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## Differential Calculus

### Course: Differential Calculus > Unit 2

Lesson 9: Derivatives of cos(x), sin(x), 𝑒ˣ, and ln(x)- Derivatives of sin(x) and cos(x)
- Worked example: Derivatives of sin(x) and cos(x)
- Derivatives of sin(x) and cos(x)
- Proving the derivatives of sin(x) and cos(x)
- Derivative of 𝑒ˣ
- Derivative of ln(x)
- Derivatives of 𝑒ˣ and ln(x)
- Proof: The derivative of 𝑒ˣ is 𝑒ˣ
- Proof: the derivative of ln(x) is 1/x

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# Proving the derivatives of sin(x) and cos(x)

AP.CALC:

FUN‑3 (EU)

, FUN‑3.A (LO)

, FUN‑3.A.4 (EK)

Proving that the derivative of sin(x) is cos(x) and that the derivative of cos(x) is -sin(x).

The trigonometric functions sine, left parenthesis, x, right parenthesis and cosine, left parenthesis, x, right parenthesis play a significant role in calculus. These are their derivatives:

The AP Calculus course doesn't require knowing the proofs of these derivatives, but we believe that as long as a proof is accessible, there's always something to learn from it. In general, it's always good to require some kind of proof or justification for the theorems you learn.

## First, we would like to find two tricky limits that are used in our proof.

### 1. limit, start subscript, x, \to, 0, end subscript, start fraction, sine, left parenthesis, x, right parenthesis, divided by, x, end fraction, equals, 1

### 2. limit, start subscript, x, \to, 0, end subscript, start fraction, 1, minus, cosine, left parenthesis, x, right parenthesis, divided by, x, end fraction, equals, 0

## Now we are ready to prove that the derivative of sine, left parenthesis, x, right parenthesis is cosine, left parenthesis, x, right parenthesis.

## Finally, we can use the fact that the derivative of sine, left parenthesis, x, right parenthesis is cosine, left parenthesis, x, right parenthesis to show that the derivative of cosine, left parenthesis, x, right parenthesis is minus, sine, left parenthesis, x, right parenthesis.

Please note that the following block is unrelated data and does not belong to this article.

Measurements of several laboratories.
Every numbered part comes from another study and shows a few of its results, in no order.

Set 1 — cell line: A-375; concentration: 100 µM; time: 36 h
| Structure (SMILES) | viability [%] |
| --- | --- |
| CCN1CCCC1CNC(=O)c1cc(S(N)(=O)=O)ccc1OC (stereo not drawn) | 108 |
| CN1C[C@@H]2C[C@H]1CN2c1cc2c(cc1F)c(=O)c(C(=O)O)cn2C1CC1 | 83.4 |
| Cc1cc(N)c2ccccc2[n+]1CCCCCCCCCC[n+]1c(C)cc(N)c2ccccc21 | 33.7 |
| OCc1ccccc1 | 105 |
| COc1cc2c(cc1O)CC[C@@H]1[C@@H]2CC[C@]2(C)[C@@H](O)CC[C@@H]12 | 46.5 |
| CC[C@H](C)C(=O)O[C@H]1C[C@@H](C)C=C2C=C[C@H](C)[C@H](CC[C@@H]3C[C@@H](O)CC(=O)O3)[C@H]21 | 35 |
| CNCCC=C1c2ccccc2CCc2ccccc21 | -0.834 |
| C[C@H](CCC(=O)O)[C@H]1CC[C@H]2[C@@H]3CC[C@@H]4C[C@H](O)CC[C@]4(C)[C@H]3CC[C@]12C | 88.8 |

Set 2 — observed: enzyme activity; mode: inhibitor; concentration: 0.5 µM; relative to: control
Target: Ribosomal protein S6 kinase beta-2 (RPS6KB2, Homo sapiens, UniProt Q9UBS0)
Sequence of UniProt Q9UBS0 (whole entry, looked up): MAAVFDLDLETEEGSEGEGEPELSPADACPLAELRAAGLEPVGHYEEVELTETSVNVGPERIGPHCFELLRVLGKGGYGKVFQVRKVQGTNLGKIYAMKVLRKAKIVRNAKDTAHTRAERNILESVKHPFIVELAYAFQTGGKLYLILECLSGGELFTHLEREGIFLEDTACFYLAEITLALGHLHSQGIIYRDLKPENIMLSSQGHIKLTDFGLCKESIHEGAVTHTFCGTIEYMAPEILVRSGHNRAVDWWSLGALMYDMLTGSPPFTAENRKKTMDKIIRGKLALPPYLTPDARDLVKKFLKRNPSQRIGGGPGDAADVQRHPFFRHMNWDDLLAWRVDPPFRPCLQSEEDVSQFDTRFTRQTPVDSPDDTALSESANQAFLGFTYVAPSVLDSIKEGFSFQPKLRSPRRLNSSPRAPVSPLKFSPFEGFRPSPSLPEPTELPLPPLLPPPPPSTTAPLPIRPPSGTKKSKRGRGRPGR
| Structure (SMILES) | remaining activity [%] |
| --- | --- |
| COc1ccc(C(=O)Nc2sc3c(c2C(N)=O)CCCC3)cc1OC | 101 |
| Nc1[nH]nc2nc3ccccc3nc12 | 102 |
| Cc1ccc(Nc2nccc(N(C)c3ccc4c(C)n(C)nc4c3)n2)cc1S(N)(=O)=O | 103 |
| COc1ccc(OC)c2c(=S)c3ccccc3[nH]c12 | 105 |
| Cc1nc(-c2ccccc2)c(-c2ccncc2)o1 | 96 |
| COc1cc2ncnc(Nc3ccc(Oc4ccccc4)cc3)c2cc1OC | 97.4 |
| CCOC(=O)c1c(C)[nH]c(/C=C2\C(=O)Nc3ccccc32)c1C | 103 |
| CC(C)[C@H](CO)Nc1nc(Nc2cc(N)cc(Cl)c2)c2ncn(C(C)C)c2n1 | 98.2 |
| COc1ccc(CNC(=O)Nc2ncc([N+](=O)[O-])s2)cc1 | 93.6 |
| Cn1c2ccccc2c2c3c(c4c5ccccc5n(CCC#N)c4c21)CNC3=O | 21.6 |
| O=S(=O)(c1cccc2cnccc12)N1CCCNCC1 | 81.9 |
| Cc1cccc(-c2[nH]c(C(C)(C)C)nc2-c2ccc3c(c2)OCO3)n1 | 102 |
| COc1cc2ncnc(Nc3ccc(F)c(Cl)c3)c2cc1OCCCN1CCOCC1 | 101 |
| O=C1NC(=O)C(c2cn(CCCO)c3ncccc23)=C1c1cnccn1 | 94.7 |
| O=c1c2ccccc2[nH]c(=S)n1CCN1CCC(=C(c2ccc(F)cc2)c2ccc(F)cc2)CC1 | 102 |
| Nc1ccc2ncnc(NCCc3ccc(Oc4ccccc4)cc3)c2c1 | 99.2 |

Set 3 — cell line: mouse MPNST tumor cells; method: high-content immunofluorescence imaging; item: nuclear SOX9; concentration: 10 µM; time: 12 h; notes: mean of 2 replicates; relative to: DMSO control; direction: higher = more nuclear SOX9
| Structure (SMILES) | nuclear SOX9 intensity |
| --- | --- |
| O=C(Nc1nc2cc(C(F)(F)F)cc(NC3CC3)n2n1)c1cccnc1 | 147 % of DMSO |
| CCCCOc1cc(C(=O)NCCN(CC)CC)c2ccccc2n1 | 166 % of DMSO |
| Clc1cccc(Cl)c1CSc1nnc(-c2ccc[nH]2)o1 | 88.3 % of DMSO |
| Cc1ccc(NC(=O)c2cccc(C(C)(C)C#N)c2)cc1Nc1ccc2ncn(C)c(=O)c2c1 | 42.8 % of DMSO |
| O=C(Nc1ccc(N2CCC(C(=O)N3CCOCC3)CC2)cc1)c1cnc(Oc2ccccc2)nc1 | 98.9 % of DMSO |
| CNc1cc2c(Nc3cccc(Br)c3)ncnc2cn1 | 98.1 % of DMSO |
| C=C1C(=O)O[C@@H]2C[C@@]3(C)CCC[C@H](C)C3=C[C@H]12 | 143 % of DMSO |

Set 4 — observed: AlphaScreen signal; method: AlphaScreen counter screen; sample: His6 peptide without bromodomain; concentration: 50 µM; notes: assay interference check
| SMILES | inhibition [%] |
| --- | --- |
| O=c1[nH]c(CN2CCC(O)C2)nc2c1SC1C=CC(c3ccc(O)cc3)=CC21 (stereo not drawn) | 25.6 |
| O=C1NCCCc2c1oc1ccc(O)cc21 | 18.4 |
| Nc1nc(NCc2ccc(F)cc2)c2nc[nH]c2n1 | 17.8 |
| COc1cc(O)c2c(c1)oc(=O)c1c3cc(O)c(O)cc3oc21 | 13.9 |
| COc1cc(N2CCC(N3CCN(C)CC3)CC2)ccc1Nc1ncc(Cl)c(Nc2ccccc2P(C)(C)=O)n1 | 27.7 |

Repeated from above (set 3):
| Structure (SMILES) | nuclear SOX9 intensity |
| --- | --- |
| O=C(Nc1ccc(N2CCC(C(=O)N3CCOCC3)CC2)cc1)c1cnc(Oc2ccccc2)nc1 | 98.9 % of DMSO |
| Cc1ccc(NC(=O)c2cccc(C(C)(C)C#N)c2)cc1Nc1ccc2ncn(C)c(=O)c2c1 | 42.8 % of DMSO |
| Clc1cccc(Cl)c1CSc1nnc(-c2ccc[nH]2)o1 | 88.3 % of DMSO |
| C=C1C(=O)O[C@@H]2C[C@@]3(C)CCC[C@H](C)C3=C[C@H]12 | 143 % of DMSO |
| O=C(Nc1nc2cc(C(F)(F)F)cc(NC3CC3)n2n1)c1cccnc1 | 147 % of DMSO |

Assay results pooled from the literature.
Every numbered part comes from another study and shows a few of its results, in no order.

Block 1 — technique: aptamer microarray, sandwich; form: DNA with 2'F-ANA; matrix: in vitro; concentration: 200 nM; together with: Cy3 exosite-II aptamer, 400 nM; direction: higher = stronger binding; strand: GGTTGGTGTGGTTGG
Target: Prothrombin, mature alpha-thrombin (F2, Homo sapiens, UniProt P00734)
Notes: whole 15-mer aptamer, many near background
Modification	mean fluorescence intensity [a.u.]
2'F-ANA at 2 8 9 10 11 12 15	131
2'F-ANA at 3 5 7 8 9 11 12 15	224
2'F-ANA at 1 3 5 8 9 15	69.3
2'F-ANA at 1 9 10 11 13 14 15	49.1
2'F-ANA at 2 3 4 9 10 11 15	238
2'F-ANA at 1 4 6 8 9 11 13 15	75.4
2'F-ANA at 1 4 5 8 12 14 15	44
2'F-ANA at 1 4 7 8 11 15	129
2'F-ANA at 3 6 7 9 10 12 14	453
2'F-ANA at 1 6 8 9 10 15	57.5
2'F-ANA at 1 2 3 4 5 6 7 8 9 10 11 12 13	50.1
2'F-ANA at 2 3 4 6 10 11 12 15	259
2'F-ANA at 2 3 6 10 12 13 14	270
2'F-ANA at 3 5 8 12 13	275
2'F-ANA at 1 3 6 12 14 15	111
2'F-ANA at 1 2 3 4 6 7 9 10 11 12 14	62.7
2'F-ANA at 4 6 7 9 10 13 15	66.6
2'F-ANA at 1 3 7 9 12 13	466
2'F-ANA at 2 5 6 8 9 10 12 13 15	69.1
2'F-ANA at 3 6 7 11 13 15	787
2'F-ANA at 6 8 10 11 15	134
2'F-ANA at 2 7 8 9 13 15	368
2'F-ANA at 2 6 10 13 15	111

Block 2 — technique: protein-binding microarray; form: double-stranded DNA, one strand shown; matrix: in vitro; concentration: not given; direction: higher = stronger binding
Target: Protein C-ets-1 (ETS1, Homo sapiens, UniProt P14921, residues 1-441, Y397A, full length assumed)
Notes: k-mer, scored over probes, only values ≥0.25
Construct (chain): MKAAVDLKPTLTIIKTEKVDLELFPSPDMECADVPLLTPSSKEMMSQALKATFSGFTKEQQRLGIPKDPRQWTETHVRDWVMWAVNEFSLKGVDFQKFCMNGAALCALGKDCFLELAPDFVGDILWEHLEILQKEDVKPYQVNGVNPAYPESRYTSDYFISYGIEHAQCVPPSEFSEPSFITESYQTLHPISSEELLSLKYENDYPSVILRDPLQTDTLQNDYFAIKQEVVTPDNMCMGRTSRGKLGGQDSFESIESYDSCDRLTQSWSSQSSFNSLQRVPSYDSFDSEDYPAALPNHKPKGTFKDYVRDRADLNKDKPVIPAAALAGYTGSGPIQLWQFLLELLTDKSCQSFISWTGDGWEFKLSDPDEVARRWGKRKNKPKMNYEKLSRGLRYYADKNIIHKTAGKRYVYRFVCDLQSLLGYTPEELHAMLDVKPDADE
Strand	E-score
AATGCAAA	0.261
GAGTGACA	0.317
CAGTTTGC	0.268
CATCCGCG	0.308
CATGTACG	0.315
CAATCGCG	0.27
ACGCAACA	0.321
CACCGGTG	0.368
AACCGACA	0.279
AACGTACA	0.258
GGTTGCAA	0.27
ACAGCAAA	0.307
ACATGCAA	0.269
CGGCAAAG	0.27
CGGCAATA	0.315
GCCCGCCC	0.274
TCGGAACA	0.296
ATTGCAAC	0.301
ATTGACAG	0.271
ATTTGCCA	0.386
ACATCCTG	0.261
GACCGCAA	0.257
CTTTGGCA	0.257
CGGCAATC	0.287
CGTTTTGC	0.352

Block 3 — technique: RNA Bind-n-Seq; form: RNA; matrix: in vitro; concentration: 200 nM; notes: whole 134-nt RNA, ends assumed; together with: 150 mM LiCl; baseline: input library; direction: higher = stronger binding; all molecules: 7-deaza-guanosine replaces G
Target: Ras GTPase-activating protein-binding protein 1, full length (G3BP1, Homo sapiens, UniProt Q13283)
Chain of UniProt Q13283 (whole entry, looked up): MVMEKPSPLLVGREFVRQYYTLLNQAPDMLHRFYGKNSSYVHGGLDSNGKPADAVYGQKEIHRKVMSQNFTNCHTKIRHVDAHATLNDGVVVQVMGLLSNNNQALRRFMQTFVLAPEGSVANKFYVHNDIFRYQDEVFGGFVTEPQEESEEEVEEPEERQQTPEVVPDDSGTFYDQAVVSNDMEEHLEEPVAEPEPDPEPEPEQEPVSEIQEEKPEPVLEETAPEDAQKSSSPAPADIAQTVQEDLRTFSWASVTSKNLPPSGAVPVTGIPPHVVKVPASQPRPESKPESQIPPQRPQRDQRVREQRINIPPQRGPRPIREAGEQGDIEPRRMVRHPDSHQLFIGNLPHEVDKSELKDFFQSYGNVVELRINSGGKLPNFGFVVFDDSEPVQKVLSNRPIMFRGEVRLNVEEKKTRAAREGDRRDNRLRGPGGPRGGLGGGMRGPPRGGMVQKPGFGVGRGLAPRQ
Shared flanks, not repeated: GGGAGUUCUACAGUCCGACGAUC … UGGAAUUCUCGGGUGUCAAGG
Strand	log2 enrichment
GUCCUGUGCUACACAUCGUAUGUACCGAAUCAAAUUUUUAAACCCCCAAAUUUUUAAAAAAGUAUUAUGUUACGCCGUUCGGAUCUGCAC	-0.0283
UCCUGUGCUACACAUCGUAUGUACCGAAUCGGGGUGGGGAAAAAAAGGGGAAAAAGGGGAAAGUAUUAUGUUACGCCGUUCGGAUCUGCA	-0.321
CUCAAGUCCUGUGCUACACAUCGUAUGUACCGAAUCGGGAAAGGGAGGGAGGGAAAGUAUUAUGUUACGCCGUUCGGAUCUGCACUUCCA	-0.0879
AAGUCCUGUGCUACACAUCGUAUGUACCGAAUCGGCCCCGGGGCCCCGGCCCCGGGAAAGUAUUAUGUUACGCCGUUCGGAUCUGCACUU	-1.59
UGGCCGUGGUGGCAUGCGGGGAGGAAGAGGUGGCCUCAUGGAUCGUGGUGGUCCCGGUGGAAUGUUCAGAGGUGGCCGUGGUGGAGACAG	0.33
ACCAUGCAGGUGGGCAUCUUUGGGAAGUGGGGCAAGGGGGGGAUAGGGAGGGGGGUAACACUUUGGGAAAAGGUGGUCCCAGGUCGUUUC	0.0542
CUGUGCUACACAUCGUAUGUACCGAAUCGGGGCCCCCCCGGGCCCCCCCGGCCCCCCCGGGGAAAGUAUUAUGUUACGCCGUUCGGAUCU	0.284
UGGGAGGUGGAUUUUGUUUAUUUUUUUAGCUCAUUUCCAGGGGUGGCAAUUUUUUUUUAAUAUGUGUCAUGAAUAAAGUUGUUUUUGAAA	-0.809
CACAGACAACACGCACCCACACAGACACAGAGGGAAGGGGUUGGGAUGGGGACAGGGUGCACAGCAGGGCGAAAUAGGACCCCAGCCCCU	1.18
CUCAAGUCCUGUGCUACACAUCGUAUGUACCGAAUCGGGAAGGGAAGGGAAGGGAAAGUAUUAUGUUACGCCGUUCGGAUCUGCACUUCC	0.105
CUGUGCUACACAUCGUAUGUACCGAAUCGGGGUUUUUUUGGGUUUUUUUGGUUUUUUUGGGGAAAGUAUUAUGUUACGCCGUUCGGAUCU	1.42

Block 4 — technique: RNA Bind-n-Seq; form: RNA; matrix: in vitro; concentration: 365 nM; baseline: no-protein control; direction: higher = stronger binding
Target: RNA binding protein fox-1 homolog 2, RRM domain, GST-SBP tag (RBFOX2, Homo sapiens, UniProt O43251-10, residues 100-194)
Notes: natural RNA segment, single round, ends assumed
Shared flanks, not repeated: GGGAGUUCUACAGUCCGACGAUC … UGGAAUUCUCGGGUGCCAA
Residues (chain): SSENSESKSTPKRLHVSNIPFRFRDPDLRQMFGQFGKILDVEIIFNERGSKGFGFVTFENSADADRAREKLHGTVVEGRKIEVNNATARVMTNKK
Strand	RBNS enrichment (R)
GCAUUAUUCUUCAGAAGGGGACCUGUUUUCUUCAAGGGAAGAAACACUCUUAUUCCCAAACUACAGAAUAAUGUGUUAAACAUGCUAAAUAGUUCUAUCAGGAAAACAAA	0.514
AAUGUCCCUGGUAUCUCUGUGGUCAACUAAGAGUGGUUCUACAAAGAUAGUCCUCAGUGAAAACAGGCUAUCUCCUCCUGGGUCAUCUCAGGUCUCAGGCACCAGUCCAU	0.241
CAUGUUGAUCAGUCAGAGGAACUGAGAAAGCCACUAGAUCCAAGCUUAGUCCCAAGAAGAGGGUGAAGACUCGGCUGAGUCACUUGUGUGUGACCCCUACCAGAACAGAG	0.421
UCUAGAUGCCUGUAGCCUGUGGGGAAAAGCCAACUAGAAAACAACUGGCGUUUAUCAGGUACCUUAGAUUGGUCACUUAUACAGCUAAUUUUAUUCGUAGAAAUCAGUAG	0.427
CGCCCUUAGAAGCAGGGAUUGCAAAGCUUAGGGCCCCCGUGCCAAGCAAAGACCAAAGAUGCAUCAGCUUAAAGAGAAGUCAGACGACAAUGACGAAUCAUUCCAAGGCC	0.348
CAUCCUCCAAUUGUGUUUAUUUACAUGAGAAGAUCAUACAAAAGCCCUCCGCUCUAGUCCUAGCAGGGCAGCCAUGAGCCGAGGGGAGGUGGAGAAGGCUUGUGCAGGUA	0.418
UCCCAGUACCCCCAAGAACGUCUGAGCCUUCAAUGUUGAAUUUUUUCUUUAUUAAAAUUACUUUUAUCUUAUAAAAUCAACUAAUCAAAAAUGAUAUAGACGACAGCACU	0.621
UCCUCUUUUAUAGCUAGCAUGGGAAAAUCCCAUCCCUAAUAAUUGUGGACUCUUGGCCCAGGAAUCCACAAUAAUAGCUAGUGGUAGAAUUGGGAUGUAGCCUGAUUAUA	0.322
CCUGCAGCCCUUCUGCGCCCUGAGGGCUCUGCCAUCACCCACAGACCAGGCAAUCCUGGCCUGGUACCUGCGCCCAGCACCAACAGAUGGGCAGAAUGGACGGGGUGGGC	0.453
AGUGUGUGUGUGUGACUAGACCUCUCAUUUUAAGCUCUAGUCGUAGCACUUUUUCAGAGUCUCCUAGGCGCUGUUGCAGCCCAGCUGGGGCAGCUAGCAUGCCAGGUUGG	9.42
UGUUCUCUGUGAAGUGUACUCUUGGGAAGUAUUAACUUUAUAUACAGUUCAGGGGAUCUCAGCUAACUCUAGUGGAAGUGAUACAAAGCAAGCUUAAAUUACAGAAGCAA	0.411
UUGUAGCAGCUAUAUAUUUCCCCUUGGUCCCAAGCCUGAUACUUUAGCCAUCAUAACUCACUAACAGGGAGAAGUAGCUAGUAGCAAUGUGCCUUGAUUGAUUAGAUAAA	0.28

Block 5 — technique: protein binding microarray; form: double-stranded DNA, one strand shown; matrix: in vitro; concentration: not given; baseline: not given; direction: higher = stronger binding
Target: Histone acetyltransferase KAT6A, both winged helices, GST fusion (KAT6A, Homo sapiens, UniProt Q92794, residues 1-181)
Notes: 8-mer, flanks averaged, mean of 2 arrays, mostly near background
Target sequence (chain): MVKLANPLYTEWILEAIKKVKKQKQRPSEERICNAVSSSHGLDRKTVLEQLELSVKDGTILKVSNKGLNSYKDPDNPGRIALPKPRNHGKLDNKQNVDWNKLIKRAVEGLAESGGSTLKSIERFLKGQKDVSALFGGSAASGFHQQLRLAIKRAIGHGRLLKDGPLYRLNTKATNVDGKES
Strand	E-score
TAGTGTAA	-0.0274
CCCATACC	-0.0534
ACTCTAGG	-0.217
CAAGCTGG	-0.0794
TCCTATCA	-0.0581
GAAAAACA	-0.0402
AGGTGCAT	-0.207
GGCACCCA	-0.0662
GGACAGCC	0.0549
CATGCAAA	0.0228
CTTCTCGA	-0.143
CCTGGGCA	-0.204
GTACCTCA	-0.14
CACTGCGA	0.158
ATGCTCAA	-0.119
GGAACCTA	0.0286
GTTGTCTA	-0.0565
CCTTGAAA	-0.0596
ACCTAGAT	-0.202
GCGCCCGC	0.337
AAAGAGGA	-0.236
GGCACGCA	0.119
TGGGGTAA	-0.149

## Want to join the conversation?

- What is a wedge? 1st video,2:56-2:58(8 votes)
- A wedge is something that has one thick or large side decreasing to a thin edge, like a doorstop. In this case, the fraction of the unit circle which he highlighted goes from a large arc on the edge of the unit circle to a single point in the center.(19 votes)

- in the third video at4:00why did he say that"we can take cos(x)outside of limit"?cos(x) is not a constant.which property allow us to do that?(1 vote)
- With respect to the quantity that is actually changing in the limit, namely delta x, cos(x) is a constant and so can be taken outside of the limit.

If this is not clear, delta x could be called something else, say h, to make it more clear that cos(x) is considered a constant in this limit and so can be taken outside of the limit.

Have a blessed, wonderful day!(19 votes)

- in video 1 , why do we need 4 quadrant and absolute value? how does absolute value work?(4 votes)
- The absolute value means the length must be positive because its in the quadrant I, (points and lines in quadrant I must be positive)(5 votes)

- In the visual graph from the final video, since you are shifting left, wouldn't it be minus Pi/2, not plus? Visually, shouldn't it shift right? Albeit for the same effect. Would this mean that sine of x
**minus**Pi over 2 is also cosine x?(5 votes)- (Edit): Because the original form of a sinusoidal equation is y = Asin(B(x - C)) + D , in which C represents the phase shift.